To The Editor:
Dear John Horgan:
Without beating around the bush, this is a “Dear John” letter, both literally and figuratively. I know that we have only been hanging out for the past months, but my relationship with the NDP goes back quite a ways, long before you came on the scene. Unfortunately, we have come to a place of irreconcilable differences and I feel that it is time to move on.
This Site C decision has sent our relationship into a tailspin.
No doubt you will raise the issue of “We have to stay together because of the kids”, but that is just another reason why I have to go. Your vision and my vision of the kind of world, and the environmental and economic debt we want to leave to our kids are very far apart.
And talking about vision, John, I feel a little short-changed on that account also. I know, I should have been a bit more realistic, but I was hoping you might come around. Your idea of looking ahead to the future is standing on a hilltop circa 1850 and looking to a point 100 years from then. I need something different. What I need is someone with both feet planted in the present and working towards a world 100 years from now.
It is very difficult to see how you are so easily swayed by the yahoos at BC Hydro who cooked this whole thing up in the first place in conjunction with Christy Clark and company. And now I find out that you actually believe their current number –crunching that Site C will be on schedule for completion in 2024 and on budget (recently revised upwards) at $10.7 billion. John, I am turning 67 in the coming year. In all my time, I have never seen one of these mega-projects completed on time or on budget. Have you?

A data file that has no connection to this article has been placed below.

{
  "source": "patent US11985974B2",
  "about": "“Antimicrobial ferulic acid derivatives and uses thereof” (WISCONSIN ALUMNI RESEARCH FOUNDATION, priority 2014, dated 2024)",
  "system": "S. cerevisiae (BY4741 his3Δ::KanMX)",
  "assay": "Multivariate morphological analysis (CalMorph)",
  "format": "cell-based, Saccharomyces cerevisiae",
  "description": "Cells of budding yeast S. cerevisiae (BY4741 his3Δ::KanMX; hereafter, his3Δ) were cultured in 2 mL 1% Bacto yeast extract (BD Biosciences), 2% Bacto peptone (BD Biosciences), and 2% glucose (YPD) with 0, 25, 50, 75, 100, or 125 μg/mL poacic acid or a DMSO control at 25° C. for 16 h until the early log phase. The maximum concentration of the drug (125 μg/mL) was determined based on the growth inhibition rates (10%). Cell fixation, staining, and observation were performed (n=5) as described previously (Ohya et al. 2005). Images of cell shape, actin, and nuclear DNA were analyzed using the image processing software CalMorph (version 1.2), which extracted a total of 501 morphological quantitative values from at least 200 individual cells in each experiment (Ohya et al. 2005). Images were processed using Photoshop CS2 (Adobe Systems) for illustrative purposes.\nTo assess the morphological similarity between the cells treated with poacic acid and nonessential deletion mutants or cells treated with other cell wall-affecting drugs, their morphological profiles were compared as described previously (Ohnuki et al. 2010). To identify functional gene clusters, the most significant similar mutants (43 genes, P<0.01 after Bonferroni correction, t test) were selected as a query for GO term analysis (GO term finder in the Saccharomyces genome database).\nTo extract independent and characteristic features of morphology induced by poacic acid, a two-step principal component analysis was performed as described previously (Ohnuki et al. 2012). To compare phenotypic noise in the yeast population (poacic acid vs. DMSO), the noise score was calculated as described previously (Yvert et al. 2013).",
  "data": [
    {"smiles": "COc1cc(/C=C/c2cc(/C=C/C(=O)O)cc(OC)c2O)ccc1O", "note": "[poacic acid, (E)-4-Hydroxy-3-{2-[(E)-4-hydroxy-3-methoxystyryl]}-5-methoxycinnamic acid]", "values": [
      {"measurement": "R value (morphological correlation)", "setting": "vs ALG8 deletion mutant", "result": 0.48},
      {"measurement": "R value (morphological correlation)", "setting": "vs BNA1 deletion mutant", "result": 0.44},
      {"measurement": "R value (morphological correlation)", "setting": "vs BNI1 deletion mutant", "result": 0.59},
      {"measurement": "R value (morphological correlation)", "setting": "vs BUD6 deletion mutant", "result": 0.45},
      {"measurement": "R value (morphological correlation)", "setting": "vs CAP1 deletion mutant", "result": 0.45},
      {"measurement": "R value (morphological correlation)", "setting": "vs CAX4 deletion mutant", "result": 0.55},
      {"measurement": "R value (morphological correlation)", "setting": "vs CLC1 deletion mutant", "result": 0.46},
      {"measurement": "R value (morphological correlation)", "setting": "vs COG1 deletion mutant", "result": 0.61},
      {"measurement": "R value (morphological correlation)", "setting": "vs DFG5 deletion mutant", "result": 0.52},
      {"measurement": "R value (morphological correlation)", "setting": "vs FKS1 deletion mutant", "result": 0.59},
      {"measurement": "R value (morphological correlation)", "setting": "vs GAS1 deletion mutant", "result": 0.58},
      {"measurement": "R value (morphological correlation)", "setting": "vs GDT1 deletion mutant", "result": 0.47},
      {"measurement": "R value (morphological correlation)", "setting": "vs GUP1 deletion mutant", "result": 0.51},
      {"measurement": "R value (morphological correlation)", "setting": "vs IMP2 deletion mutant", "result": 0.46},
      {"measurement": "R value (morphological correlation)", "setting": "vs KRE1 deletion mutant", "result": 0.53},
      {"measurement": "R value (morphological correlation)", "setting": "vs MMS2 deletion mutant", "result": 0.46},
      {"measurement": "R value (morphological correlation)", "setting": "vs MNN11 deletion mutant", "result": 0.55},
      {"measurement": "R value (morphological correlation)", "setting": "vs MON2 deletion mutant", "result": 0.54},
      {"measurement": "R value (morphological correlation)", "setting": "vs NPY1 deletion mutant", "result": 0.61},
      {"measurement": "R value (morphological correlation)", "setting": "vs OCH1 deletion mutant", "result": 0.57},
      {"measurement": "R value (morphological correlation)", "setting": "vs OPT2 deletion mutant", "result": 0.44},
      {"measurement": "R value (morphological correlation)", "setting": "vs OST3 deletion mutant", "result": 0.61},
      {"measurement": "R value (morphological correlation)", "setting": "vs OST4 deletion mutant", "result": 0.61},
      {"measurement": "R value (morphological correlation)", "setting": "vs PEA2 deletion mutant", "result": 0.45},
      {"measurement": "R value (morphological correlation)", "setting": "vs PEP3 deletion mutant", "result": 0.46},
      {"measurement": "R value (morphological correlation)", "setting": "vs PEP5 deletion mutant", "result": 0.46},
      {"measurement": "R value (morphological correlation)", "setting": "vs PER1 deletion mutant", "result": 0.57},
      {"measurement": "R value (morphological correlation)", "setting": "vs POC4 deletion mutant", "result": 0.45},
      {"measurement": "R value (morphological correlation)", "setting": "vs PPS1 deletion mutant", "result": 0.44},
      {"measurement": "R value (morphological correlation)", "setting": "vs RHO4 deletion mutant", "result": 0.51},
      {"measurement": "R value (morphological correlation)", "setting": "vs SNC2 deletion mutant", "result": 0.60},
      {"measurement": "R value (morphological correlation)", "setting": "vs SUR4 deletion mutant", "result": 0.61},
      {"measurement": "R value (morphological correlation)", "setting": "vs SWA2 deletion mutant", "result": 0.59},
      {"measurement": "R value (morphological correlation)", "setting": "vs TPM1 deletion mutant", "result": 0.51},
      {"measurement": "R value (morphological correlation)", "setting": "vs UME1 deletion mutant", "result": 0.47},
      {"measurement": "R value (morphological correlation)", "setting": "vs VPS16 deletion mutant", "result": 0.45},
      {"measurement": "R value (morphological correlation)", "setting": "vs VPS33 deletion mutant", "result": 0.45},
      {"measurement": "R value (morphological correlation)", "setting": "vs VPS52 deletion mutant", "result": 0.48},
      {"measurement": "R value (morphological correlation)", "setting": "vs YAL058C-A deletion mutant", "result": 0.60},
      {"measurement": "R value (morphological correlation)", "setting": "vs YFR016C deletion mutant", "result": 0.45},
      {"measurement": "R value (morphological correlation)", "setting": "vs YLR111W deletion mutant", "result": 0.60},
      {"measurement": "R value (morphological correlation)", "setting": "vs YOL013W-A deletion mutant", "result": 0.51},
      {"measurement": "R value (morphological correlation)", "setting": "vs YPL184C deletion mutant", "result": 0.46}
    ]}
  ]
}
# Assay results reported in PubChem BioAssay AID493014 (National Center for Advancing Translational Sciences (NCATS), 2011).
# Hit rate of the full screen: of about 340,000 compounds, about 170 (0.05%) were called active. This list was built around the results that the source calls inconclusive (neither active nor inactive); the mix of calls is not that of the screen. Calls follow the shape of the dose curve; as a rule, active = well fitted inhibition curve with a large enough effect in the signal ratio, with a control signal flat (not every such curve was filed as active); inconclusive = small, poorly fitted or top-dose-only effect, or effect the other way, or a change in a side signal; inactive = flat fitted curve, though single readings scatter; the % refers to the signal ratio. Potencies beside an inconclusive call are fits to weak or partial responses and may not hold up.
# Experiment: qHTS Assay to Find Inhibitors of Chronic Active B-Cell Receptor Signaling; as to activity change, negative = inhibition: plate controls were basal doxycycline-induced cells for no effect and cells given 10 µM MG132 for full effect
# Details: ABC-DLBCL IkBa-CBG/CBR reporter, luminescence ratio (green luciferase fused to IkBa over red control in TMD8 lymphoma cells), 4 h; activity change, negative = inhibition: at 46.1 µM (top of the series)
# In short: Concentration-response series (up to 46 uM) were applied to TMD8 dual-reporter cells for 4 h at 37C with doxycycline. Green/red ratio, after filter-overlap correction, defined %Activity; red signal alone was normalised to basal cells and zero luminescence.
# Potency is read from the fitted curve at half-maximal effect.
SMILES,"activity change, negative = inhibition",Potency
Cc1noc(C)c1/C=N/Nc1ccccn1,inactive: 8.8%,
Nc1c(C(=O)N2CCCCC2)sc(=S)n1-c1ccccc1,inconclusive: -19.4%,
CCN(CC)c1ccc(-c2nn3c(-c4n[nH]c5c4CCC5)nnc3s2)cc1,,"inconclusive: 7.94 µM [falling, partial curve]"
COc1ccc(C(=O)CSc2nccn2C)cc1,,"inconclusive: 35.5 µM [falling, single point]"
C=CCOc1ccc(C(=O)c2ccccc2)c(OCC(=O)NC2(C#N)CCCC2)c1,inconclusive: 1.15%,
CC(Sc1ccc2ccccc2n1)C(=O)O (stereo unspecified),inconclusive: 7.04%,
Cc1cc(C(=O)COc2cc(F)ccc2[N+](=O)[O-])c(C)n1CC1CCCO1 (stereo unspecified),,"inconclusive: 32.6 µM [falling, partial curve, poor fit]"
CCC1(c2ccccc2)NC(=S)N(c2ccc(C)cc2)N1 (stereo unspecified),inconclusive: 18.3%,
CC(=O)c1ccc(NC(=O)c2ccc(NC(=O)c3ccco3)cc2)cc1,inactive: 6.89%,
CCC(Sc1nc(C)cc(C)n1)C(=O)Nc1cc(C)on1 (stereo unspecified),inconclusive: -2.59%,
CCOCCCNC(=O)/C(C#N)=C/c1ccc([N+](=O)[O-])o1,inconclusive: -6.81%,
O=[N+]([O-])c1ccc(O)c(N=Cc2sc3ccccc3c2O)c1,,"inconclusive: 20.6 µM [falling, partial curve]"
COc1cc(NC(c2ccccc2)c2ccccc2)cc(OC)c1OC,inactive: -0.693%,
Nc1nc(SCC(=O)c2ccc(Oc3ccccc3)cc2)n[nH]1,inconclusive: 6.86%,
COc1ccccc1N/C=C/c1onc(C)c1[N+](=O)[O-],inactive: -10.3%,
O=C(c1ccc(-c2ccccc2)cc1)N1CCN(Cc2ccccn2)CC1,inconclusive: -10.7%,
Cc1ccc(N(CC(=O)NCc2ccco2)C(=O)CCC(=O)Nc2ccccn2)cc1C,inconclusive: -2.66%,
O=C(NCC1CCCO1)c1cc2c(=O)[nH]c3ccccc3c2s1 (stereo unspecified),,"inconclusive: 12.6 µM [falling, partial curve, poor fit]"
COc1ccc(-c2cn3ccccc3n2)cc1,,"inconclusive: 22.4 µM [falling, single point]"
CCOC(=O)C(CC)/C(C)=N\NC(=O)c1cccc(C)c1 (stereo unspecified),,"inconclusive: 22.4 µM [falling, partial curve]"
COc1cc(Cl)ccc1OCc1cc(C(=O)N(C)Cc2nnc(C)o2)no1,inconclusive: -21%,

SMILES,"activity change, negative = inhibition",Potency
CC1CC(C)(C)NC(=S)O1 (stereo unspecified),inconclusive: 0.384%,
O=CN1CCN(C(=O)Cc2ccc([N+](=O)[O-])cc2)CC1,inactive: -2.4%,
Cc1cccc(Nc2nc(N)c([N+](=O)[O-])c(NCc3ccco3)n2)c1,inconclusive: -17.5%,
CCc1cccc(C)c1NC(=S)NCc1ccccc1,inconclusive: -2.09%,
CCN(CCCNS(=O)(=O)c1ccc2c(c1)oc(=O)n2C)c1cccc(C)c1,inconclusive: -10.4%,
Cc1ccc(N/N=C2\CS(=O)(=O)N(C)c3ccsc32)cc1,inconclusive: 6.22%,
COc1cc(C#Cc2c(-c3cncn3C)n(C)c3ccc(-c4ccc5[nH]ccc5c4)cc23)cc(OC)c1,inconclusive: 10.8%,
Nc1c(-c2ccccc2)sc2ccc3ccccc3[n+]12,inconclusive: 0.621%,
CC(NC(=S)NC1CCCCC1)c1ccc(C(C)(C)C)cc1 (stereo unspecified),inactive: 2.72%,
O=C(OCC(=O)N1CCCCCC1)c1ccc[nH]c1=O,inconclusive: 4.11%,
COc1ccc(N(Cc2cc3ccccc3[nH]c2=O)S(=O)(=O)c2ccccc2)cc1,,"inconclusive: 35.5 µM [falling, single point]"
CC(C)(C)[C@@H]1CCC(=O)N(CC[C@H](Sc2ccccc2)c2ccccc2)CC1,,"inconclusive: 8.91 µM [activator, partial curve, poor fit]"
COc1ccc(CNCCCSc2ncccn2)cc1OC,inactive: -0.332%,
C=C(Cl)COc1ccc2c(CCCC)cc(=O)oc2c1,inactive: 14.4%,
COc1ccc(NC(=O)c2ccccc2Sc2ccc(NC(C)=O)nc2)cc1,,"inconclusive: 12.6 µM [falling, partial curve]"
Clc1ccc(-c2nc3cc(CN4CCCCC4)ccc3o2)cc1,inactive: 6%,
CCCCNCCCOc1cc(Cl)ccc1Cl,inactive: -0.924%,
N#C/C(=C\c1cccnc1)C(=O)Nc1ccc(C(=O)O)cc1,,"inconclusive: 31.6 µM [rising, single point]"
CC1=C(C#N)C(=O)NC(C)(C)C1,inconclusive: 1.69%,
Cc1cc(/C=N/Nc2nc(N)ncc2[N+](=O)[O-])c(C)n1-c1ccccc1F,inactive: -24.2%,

Oh John, how I wish things could have turned out differently between us. But I would like to get together with you for lunch sometime in the future and talk about the good times that we used to have. I am reviewing my schedule, and 2024 is looking pretty open. I am thinking, if Site C is completed on time and on budget, I will pick up the tab. But if it doesn’t, you buy me lunch.
And while we are at it, why don’t we invite Michelle Mungall, the Minister of Energy, Mines and Petroleum Resources to join us for dessert. She could pick up the tab for that. My relationship with Michelle goes back to when she was involved in municipal politics here in the Kootenays, but that’s just another relationship that’s gone sour. Guess I am not having much luck lately.
I agree with you that the Site C decision was a difficult one. Unfortunately for us, you made the wrong one.